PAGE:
Demand Curve for Apple One
Shishir Mehrotra in his article Four Myths of Bundling has proposed an interesting perspective of bifurcating subscribers into two broad categories: SuperFans and CasualFans.
A SuperFan is someone who:
If either or both of the above conditions are not met, then the user can be called a CasualFan.
By nature, SuperFans are the highly motivated target group who have no problem paying the full price for a product / service. Thus, a music fanatic like me would classify as a SuperFan for Apple Music but a CasualFan for Apple Arcade since I have little to no interest in mobile gaming.
Now if all things remained the same and Apple only sold its services individually (by not bundling), it would by definition, only be targeting the SuperFans in each of their service categories because only SuperFans would pay the full price. However, Apple can reach a much wider audience by bundling products together and trying to target CasualFans by maximising their overlap across categories.
Shishir states that in order for a bundle to be effective, it must reduce SuperFan overlap and increase CasualFan overlap. Returning back to my first example of being an Apple Music SuperFan.
Now if Apple were to launch an on-demand concert streaming service, and bundle it Apple Music, of course I would subscribe to it. However, from Apple’s point of view, it would again only be targeting it’s music SuperFan base and leaving out the rest of the audience.
However, by bundling together diverse offerings such as cloud storage and games, Apple can reach a much wider audience than bundling services of similar nature together. In other words, the more diverse the offerings of a bundle, the larger is the audience that a company can target with its casual fan overlap.
Shishir has also explained the above point visually using the below diagram:
An illustration explaining CasualFan and SuperFan overlap
So clearly, both theories seem to converge on the principle that when done right, bundling can seem to offer a higher value to the customers and in turn generate higher revenues for companies. But that’s not all, companies selling digital products like Apple further leverage bundling by building a digital ecosystem.
In today's times where a variety of products and services are available for a single problem, user retention has become more important than ever.
According to a McKinsey report, 7 out of the 12 largest companies leverage some form of digital ecosystem. Digital ecosystems are a great way to increase customer lifetime value and ensure user retention. Bundling is a great way of building and attracting users into an ecosystem because of its nature of offering multiple services at a fixed price.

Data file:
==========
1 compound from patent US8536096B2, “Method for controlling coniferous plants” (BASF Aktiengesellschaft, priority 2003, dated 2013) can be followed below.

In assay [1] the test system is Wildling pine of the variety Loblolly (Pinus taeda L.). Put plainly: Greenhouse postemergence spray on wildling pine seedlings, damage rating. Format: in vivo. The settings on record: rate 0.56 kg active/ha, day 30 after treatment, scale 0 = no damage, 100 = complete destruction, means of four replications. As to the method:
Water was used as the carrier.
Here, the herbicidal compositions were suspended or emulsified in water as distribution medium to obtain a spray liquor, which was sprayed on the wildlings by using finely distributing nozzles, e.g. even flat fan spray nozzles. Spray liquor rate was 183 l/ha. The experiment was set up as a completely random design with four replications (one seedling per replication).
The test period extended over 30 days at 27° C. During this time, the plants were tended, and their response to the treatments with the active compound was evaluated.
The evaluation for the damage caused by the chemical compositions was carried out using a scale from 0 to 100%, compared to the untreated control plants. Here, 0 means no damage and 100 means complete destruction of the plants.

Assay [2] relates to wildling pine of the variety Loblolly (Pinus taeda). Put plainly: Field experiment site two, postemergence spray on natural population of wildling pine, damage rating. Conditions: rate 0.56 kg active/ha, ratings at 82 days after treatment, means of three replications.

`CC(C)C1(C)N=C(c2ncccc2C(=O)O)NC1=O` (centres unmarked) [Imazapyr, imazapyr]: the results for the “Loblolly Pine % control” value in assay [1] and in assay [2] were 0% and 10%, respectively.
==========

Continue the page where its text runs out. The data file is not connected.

For instance, I have used the free tier of Google Drive for my cloud requirements up until now. However, after signing up for Apple One I get 50GB of iCloud storage as a part of the package. I have switched to iCloud ever since and have even opted for automatic photo backup onto iCloud.
The switching costs for me are now incredibly high since moving to a competing service would either involve switching an entire ecosystem of 4 services (music, video, games and cloud) or purchasing an additional cloud service at its retail price on À la carte basis. Bundling is thus a great way of building ecosystems and retaining users.
Bundling as a marketing and distribution strategy has been around since quite some time but the inception of internet based subscription businesses has accelerated its spread.
While this article only talks about Apple’s bundling strategy, there are numerous other internet businesses that offer bundled products and services such as Amazon with it’s Amazon Prime, Reliance Jio with certain Jio Fiber plans, Times Internet with Times Prime and the list goes on.
That is not to say that bundled goods and services are going to replace all of individual product offerings. But when done right, bundling can:
Combine this with the zero marginal costs of software and internet companies are subject to and bundling as a strategy seems even more lucrative than ever before.